By James E. W. Sledge
96 pages; list price: trade paperback $10
1st River Boat Books edition (August 2002)
Somewhere Between Earth and Heaven embraces a forward looking vision where the poet functions as "the antenna of the human race." This collection uses historical, cultural, and personal experiences to explore the nuances of negotiating current trends in Postmodern spirituality, relationships, and diversity. The essays and poems in this stunning debut collection focus on the symmetries between the spiritual, the physical, and the emotional worlds, challenging each reader to explore possibilities that might otherwise remain taboo, and in so doing, remind us of what it truly means to be human.
By Jean Sulivan
146 pages; list price: trade paperback $15
translated from French by Sister Francis Ellen Riordan; introduction by Dr. Joseph Cuneen
1st River Boat Books edition (July 3, 1999)
Eternity, My Beloved tells the story of a rebel priest, Jerome Strozzi, who falls between the cracks of both church and state during the German occupation of Paris during World War II. Befriending prostitutes, petty thieves, and con-men, he becomes the unofficial pastor of the notorious Pigalle district. Told by a skeptical narrator who is himself searching for Strozzi's secret, this contemporary lyric masterpiece becomes a sustained meditation on love and freedom.
Jean Sulivan was born in a farming village in Brittany in 1913. In 1938 he was ordained a priest and served as a university chaplain. In 1958 he published his first book, and with the success of his third book, The Sea Remains, received permission from the Cardinal of Rennes to set aside his pastoral duties and devote himself to writing. He moved to Paris in 1964 and over the course of the next sixteen years wrote over 30 books. He was considered by man to be the best Catholic writer in France at the time. He died in 1980 in an automobile accident.
Jean Sulivan won the Grand Prix Catholique de Littérature in 1964 for The Sea Remains. Eternity, My Beloved is his first work translated into English.
By Peter Damian Bellis
143 pages; list price: trade paperback $9
1st River Boat Books edition (1996)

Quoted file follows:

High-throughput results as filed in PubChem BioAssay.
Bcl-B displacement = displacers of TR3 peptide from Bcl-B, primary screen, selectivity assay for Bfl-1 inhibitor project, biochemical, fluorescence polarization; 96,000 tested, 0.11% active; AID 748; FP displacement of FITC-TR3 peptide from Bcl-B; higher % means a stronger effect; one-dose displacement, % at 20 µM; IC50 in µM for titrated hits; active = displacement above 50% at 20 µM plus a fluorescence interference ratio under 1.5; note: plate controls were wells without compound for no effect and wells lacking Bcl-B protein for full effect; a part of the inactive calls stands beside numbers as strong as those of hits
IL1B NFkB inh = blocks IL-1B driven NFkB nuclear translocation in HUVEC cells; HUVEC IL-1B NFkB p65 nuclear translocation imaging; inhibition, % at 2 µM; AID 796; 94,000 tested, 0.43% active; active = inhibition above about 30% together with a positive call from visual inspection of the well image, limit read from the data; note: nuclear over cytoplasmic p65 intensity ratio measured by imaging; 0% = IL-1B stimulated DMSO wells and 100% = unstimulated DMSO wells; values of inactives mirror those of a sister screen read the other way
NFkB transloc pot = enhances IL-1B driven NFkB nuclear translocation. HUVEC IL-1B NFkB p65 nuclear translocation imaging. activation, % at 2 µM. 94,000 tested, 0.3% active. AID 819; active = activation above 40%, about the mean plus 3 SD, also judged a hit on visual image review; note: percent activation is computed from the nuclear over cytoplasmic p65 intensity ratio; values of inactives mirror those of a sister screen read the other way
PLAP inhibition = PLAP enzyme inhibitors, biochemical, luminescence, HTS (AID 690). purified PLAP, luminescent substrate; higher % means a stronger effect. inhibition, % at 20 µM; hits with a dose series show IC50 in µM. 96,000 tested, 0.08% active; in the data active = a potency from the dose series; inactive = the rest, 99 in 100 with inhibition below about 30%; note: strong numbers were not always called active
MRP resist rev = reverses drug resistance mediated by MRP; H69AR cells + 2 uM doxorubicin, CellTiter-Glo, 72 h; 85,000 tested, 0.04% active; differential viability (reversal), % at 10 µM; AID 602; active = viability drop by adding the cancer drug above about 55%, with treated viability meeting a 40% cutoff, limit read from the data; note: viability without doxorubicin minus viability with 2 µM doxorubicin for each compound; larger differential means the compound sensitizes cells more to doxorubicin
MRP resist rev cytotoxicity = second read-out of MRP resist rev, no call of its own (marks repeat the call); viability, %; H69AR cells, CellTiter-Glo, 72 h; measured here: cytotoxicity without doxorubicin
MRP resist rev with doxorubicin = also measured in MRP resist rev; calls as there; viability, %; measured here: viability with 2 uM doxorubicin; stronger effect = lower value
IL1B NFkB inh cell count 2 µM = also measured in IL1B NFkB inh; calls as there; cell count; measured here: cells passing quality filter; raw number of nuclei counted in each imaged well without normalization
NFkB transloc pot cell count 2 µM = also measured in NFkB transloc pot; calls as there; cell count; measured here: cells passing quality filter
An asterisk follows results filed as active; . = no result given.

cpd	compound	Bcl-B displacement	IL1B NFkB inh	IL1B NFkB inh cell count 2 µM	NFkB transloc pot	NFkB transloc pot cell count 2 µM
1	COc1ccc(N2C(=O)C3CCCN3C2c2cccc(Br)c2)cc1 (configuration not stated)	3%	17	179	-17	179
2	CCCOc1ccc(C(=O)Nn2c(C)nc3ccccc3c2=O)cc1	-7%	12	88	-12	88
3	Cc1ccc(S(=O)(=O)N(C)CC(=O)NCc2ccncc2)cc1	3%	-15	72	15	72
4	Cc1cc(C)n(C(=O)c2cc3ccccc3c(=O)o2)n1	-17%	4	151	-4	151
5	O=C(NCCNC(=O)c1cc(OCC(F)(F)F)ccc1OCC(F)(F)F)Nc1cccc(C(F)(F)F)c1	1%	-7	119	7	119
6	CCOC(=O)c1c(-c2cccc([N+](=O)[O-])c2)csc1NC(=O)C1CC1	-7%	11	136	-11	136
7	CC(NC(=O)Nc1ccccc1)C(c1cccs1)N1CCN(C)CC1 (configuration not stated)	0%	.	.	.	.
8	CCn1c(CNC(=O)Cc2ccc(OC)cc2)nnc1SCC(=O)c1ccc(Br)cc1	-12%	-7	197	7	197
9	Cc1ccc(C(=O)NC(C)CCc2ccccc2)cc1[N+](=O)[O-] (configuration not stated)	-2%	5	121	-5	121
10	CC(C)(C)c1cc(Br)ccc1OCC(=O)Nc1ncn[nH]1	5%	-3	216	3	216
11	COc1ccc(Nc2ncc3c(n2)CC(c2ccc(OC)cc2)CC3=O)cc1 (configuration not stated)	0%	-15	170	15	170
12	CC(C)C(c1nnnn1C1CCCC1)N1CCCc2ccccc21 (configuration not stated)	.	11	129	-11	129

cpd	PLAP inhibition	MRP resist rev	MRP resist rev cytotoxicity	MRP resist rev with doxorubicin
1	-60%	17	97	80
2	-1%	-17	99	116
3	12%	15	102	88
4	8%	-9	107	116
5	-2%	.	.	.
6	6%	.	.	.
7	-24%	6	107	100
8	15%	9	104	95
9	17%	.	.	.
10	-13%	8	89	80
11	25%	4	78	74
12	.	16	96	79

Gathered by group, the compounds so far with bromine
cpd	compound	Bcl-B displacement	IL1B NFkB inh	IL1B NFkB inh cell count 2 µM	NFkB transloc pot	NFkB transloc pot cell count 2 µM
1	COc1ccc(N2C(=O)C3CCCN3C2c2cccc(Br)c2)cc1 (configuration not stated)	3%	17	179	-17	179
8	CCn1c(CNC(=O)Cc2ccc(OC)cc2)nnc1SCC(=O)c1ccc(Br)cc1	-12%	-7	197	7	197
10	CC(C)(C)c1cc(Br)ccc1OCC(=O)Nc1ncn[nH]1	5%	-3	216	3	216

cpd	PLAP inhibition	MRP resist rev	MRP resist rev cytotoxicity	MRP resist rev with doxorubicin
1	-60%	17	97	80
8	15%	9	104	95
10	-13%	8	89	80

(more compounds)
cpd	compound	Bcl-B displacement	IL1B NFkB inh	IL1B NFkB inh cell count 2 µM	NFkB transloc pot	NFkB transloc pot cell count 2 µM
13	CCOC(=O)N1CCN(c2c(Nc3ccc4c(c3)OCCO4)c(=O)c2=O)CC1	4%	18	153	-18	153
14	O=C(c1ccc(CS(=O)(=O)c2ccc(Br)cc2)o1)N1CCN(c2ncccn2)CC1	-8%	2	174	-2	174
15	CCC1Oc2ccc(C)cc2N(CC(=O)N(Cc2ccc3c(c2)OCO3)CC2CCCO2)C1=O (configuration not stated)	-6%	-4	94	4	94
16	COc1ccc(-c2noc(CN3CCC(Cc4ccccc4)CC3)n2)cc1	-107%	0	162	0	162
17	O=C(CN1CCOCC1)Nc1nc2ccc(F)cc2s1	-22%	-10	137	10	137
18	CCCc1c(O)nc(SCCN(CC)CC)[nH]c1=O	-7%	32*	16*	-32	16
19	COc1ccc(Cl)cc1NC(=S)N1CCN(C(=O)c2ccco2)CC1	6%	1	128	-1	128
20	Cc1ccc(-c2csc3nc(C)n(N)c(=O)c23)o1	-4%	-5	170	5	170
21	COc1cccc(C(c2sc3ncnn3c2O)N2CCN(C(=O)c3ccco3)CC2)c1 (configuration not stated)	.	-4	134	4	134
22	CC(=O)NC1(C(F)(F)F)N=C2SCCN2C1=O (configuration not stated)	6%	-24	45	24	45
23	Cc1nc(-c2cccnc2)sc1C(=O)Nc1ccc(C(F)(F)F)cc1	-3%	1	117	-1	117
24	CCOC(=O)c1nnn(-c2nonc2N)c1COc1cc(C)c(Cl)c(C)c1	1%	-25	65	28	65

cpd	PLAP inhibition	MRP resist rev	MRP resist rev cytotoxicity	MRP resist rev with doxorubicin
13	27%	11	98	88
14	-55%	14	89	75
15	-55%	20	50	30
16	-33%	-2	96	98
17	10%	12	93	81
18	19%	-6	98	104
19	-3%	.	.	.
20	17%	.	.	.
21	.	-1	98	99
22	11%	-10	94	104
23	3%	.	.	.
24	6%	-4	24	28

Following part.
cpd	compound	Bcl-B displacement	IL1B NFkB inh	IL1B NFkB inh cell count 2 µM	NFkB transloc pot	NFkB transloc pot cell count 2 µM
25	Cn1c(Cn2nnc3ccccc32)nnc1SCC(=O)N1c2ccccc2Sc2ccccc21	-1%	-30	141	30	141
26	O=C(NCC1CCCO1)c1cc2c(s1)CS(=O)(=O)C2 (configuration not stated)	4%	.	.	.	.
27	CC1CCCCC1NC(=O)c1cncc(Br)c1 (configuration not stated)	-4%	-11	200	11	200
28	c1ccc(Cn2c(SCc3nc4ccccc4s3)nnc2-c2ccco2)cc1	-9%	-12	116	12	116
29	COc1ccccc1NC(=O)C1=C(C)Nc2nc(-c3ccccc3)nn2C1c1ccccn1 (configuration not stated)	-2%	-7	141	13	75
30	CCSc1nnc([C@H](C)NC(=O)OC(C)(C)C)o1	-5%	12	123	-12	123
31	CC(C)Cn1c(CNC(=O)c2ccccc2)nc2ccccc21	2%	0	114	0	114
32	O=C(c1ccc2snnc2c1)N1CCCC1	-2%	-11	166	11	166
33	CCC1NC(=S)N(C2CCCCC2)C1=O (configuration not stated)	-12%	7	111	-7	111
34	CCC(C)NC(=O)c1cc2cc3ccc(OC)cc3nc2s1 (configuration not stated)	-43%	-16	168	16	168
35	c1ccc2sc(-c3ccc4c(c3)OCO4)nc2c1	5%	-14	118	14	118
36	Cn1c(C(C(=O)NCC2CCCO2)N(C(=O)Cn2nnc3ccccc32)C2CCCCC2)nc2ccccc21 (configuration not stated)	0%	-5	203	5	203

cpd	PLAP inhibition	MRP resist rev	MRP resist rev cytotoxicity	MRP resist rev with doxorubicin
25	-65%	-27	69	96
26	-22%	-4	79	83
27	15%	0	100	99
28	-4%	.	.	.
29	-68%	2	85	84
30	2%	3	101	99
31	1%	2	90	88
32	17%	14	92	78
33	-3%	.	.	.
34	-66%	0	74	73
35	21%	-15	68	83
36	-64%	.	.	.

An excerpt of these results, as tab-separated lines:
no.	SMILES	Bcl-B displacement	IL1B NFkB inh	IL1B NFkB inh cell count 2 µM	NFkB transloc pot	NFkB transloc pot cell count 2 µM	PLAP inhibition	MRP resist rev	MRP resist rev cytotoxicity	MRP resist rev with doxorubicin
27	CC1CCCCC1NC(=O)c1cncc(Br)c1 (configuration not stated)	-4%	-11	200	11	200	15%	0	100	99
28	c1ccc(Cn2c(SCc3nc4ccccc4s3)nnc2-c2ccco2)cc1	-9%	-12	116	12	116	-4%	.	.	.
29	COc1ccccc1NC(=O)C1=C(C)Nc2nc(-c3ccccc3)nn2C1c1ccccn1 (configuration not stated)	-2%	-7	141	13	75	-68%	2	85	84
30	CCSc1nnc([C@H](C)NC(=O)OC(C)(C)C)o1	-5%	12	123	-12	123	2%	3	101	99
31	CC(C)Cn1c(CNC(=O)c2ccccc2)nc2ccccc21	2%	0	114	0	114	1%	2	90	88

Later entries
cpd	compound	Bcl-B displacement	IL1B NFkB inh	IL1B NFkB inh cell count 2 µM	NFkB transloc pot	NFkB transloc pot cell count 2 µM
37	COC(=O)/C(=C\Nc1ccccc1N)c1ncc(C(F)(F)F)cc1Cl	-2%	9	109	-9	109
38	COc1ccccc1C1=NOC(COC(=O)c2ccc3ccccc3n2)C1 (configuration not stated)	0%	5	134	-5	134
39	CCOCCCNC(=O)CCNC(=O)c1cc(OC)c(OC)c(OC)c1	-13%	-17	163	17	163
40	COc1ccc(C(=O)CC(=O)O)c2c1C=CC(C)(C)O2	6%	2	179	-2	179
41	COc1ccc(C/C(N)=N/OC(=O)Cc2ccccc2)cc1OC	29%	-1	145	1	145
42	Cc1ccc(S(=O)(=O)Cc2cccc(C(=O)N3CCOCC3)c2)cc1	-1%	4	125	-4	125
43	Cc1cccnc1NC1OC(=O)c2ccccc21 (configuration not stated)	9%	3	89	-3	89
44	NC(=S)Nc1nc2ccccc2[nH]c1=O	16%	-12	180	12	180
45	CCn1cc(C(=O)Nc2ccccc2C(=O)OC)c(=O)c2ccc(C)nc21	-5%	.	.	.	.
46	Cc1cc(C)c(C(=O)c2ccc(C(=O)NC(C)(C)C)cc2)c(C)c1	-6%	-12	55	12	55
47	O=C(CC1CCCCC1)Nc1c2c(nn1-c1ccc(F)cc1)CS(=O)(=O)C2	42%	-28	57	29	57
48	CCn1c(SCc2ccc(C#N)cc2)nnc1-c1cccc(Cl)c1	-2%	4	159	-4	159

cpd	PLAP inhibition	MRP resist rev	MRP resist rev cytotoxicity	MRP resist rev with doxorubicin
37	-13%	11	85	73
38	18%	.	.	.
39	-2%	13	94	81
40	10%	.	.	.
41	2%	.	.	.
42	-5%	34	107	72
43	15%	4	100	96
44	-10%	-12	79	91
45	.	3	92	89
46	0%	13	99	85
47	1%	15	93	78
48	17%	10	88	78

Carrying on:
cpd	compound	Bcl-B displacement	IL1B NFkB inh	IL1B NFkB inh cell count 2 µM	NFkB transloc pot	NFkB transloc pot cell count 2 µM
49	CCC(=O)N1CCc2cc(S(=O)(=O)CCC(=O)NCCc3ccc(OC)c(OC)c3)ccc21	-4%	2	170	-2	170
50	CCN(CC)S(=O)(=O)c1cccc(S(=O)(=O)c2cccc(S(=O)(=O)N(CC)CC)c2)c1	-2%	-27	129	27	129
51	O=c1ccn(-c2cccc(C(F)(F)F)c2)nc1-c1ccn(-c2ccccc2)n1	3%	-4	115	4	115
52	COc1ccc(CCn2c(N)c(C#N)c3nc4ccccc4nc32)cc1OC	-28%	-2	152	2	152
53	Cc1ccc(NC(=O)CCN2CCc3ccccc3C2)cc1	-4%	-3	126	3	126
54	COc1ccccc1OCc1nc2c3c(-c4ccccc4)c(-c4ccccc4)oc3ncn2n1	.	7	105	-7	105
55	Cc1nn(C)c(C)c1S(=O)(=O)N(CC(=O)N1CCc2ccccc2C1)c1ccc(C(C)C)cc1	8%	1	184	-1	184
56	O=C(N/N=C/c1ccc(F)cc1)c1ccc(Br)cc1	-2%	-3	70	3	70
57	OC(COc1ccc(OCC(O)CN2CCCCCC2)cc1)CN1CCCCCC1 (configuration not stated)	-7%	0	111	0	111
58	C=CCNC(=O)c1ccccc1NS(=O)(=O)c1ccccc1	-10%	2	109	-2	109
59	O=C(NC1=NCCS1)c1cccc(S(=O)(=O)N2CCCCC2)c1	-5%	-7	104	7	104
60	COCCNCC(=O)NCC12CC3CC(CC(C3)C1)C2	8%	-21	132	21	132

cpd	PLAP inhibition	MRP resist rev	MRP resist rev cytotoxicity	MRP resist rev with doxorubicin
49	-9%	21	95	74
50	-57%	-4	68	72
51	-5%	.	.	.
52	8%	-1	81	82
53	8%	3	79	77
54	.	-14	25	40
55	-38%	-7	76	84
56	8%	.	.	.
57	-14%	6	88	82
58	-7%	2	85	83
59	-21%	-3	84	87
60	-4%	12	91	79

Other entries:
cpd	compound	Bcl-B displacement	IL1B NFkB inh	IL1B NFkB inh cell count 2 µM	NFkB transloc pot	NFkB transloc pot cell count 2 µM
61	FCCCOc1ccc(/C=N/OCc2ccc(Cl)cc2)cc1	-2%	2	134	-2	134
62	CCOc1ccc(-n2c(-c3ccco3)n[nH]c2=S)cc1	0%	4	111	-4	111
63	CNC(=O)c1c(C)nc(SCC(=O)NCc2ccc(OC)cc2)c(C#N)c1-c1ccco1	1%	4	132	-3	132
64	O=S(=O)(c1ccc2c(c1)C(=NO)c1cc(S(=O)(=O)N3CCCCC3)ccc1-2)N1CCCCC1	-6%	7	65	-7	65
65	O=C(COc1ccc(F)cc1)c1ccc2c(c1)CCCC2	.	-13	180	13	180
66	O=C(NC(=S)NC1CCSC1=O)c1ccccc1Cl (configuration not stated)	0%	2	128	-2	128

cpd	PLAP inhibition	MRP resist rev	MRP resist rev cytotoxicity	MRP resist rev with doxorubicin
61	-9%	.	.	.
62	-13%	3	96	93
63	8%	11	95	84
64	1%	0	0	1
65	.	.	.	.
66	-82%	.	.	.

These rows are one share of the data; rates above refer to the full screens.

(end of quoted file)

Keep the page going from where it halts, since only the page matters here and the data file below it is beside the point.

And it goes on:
Peter Bellis' One Last Dance With Lawrence Welk And Other Stories is a surreal world of characters in stories where anything can happen. A young boy from Minnesota brings two ghosts together through music, a wealthy gadabout recalls the night of his death, an ancient miracle man travels the country roads of Florida in search of customers for his Blue Elixir of The Nile.
Critical Praise for One Last Dance with Lawrence Welk & Other Stories
"A real display of virtuosity - his stories sail across landscapes armed weith mythic charms, finely tuned details, adn enough grittiness to take the paint off your car. Peter damian Bellis is a genius of the unexpected."
-Jonis Agee, author of Sweet Eyes
(A NY Times Notable Books of the Year)
"I love the stories of Flannery O'Connor and Joyce carol Oates. And Gabriel Garcia Marquez, of course. Peter Damian Bellis is also a writer who has had a great influence on me."
-Luana Monteiro, critically acclaimed
author of Litte Star of Bella Luna
(Delphinium Books/HarperCollins Publishers)
By Peter Damian Bellis
248 pages; list price: hardcover $27; trade paperback $15
1st River Boat Books edition (July 3, 2010)
After Thaddeus Jacobs, the adopted son of a traveling preacher, is found naked with a young woman, he is expelled from the only family he has ever known. Guided by visions and a mysterious voice, he makes his way to a coastal South Carolina island, where he struggles to make his peace with God and himself in spite of his own strange cravings and the superstitious hatred of the islanders, who think he is the devil. The price of his inner peace, however, is absolute isolation, and it is only when he meets Kilby, a thirteen-year-old boy, that he rediscovers what it means to be human.
Part myth, part fable, part satire, and part coming-of-age story, The Conjure Man plumbs the emotional depths of the human psyche in prose both dreamlike in the images it conjures and intensely vivid in the psychology it reveals. Told from the alternating viewpoints of Kilby and Thaddeus, it depicts a world where magic does exist, and miracles are possible.